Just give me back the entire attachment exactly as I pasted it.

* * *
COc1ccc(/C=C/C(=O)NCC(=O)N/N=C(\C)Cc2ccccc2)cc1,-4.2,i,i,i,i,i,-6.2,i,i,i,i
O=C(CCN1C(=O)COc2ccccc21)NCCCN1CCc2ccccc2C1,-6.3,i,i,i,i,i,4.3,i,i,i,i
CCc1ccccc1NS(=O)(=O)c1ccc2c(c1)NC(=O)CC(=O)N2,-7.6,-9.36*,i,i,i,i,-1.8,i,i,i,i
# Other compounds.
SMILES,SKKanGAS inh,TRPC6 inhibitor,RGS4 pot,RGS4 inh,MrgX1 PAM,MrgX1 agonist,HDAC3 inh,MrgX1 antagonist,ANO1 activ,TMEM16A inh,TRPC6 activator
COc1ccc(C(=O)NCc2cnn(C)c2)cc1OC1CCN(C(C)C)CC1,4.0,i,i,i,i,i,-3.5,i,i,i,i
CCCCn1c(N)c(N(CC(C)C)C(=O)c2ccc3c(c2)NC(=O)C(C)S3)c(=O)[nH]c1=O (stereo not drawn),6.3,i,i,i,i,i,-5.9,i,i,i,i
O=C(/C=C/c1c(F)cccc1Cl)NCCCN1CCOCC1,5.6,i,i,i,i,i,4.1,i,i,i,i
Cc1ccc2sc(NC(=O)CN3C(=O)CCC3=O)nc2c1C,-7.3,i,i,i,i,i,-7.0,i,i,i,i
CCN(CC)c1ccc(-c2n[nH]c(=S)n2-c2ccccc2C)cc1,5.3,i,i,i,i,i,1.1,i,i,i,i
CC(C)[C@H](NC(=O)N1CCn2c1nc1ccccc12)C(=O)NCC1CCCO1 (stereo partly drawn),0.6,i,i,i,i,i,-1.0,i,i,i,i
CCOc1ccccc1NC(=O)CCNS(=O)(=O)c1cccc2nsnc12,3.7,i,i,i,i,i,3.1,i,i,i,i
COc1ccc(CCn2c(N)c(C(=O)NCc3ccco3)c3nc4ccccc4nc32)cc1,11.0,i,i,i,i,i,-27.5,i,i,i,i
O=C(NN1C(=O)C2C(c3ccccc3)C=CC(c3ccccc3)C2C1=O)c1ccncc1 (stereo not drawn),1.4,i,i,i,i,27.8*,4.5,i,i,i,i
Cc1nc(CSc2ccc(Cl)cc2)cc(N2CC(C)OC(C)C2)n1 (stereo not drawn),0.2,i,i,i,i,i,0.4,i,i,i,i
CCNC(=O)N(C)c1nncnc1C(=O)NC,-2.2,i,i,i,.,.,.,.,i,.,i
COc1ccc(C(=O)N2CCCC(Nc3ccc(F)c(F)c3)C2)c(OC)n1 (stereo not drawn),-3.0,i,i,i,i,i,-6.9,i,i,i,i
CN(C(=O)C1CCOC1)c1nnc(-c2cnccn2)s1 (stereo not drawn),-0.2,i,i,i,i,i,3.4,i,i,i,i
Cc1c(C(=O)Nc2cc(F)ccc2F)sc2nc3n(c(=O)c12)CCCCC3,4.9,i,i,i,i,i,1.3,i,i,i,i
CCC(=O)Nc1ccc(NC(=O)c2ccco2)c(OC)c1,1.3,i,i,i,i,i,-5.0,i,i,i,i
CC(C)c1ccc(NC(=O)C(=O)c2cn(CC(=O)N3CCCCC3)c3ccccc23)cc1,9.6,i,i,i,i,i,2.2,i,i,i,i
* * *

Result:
COc1ccc(/C=C/C(=O)NCC(=O)N/N=C(\C)Cc2ccccc2)cc1,-4.2,i,i,i,i,i,-6.2,i,i,i,i
O=C(CCN1C(=O)COc2ccccc21)NCCCN1CCc2ccccc2C1,-6.3,i,i,i,i,i,4.3,i,i,i,i
CCc1ccccc1NS(=O)(=O)c1ccc2c(c1)NC(=O)CC(=O)N2,-7.6,-9.36*,i,i,i,i,-1.8,i,i,i,i
# Other compounds.
SMILES,SKKanGAS inh,TRPC6 inhibitor,RGS4 pot,RGS4 inh,MrgX1 PAM,MrgX1 agonist,HDAC3 inh,MrgX1 antagonist,ANO1 activ,TMEM16A inh,TRPC6 activator
COc1ccc(C(=O)NCc2cnn(C)c2)cc1OC1CCN(C(C)C)CC1,4.0,i,i,i,i,i,-3.5,i,i,i,i
CCCCn1c(N)c(N(CC(C)C)C(=O)c2ccc3c(c2)NC(=O)C(C)S3)c(=O)[nH]c1=O (stereo not drawn),6.3,i,i,i,i,i,-5.9,i,i,i,i
O=C(/C=C/c1c(F)cccc1Cl)NCCCN1CCOCC1,5.6,i,i,i,i,i,4.1,i,i,i,i
Cc1ccc2sc(NC(=O)CN3C(=O)CCC3=O)nc2c1C,-7.3,i,i,i,i,i,-7.0,i,i,i,i
CCN(CC)c1ccc(-c2n[nH]c(=S)n2-c2ccccc2C)cc1,5.3,i,i,i,i,i,1.1,i,i,i,i
CC(C)[C@H](NC(=O)N1CCn2c1nc1ccccc12)C(=O)NCC1CCCO1 (stereo partly drawn),0.6,i,i,i,i,i,-1.0,i,i,i,i
CCOc1ccccc1NC(=O)CCNS(=O)(=O)c1cccc2nsnc12,3.7,i,i,i,i,i,3.1,i,i,i,i
COc1ccc(CCn2c(N)c(C(=O)NCc3ccco3)c3nc4ccccc4nc32)cc1,11.0,i,i,i,i,i,-27.5,i,i,i,i
O=C(NN1C(=O)C2C(c3ccccc3)C=CC(c3ccccc3)C2C1=O)c1ccncc1 (stereo not drawn),1.4,i,i,i,i,27.8*,4.5,i,i,i,i
Cc1nc(CSc2ccc(Cl)cc2)cc(N2CC(C)OC(C)C2)n1 (stereo not drawn),0.2,i,i,i,i,i,0.4,i,i,i,i
CCNC(=O)N(C)c1nncnc1C(=O)NC,-2.2,i,i,i,.,.,.,.,i,.,i
COc1ccc(C(=O)N2CCCC(Nc3ccc(F)c(F)c3)C2)c(OC)n1 (stereo not drawn),-3.0,i,i,i,i,i,-6.9,i,i,i,i
CN(C(=O)C1CCOC1)c1nnc(-c2cnccn2)s1 (stereo not drawn),-0.2,i,i,i,i,i,3.4,i,i,i,i
Cc1c(C(=O)Nc2cc(F)ccc2F)sc2nc3n(c(=O)c12)CCCCC3,4.9,i,i,i,i,i,1.3,i,i,i,i
CCC(=O)Nc1ccc(NC(=O)c2ccco2)c(OC)c1,1.3,i,i,i,i,i,-5.0,i,i,i,i
CC(C)c1ccc(NC(=O)C(=O)c2cn(CC(=O)N3CCCCC3)c3ccccc23)cc1,9.6,i,i,i,i,i,2.2,i,i,i,i